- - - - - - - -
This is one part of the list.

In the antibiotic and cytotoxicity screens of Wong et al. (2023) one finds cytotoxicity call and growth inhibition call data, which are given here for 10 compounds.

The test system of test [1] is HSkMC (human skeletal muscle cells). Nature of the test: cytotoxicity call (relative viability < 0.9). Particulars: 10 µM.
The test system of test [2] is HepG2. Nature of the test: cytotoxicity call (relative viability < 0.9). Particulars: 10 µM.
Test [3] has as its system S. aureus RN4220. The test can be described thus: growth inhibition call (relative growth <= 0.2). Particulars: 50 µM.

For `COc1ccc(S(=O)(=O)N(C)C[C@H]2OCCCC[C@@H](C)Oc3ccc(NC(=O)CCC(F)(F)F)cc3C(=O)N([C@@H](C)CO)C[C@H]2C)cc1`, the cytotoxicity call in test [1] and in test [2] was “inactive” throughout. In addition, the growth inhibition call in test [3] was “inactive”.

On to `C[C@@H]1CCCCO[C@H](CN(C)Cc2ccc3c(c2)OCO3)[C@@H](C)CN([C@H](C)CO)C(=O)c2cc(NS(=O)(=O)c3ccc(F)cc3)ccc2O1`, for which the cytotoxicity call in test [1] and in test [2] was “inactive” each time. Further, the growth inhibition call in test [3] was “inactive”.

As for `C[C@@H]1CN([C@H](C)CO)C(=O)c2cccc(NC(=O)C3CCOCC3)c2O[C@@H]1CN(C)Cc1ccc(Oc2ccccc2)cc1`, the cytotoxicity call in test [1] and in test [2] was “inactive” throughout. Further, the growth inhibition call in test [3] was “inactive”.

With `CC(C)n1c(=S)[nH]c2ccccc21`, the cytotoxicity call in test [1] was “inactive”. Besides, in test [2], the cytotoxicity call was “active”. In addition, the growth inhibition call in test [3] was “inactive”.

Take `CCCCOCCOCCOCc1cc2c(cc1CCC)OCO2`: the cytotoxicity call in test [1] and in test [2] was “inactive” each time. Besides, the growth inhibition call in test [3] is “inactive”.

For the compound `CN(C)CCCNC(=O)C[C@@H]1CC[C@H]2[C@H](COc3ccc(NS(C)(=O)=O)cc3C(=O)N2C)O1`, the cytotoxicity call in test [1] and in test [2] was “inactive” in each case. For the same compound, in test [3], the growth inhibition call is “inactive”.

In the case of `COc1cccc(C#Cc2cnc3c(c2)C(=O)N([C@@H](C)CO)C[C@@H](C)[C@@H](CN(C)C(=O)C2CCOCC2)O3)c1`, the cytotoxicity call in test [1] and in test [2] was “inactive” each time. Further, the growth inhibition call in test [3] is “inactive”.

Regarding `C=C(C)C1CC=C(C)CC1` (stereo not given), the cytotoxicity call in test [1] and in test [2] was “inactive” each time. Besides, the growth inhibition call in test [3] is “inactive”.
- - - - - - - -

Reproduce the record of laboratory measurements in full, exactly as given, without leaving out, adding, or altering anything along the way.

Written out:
This is one part of the list.

In the antibiotic and cytotoxicity screens of Wong et al. (2023) one finds cytotoxicity call and growth inhibition call data, which are given here for 10 compounds.

The test system of test [1] is HSkMC (human skeletal muscle cells). Nature of the test: cytotoxicity call (relative viability < 0.9). Particulars: 10 µM.
The test system of test [2] is HepG2. Nature of the test: cytotoxicity call (relative viability < 0.9). Particulars: 10 µM.
Test [3] has as its system S. aureus RN4220. The test can be described thus: growth inhibition call (relative growth <= 0.2). Particulars: 50 µM.

For `COc1ccc(S(=O)(=O)N(C)C[C@H]2OCCCC[C@@H](C)Oc3ccc(NC(=O)CCC(F)(F)F)cc3C(=O)N([C@@H](C)CO)C[C@H]2C)cc1`, the cytotoxicity call in test [1] and in test [2] was “inactive” throughout. In addition, the growth inhibition call in test [3] was “inactive”.

On to `C[C@@H]1CCCCO[C@H](CN(C)Cc2ccc3c(c2)OCO3)[C@@H](C)CN([C@H](C)CO)C(=O)c2cc(NS(=O)(=O)c3ccc(F)cc3)ccc2O1`, for which the cytotoxicity call in test [1] and in test [2] was “inactive” each time. Further, the growth inhibition call in test [3] was “inactive”.

As for `C[C@@H]1CN([C@H](C)CO)C(=O)c2cccc(NC(=O)C3CCOCC3)c2O[C@@H]1CN(C)Cc1ccc(Oc2ccccc2)cc1`, the cytotoxicity call in test [1] and in test [2] was “inactive” throughout. Further, the growth inhibition call in test [3] was “inactive”.

With `CC(C)n1c(=S)[nH]c2ccccc21`, the cytotoxicity call in test [1] was “inactive”. Besides, in test [2], the cytotoxicity call was “active”. In addition, the growth inhibition call in test [3] was “inactive”.

Take `CCCCOCCOCCOCc1cc2c(cc1CCC)OCO2`: the cytotoxicity call in test [1] and in test [2] was “inactive” each time. Besides, the growth inhibition call in test [3] is “inactive”.

For the compound `CN(C)CCCNC(=O)C[C@@H]1CC[C@H]2[C@H](COc3ccc(NS(C)(=O)=O)cc3C(=O)N2C)O1`, the cytotoxicity call in test [1] and in test [2] was “inactive” in each case. For the same compound, in test [3], the growth inhibition call is “inactive”.

In the case of `COc1cccc(C#Cc2cnc3c(c2)C(=O)N([C@@H](C)CO)C[C@@H](C)[C@@H](CN(C)C(=O)C2CCOCC2)O3)c1`, the cytotoxicity call in test [1] and in test [2] was “inactive” each time. Further, the growth inhibition call in test [3] is “inactive”.

Regarding `C=C(C)C1CC=C(C)CC1` (stereo not given), the cytotoxicity call in test [1] and in test [2] was “inactive” each time. Besides, the growth inhibition call in test [3] is “inactive”.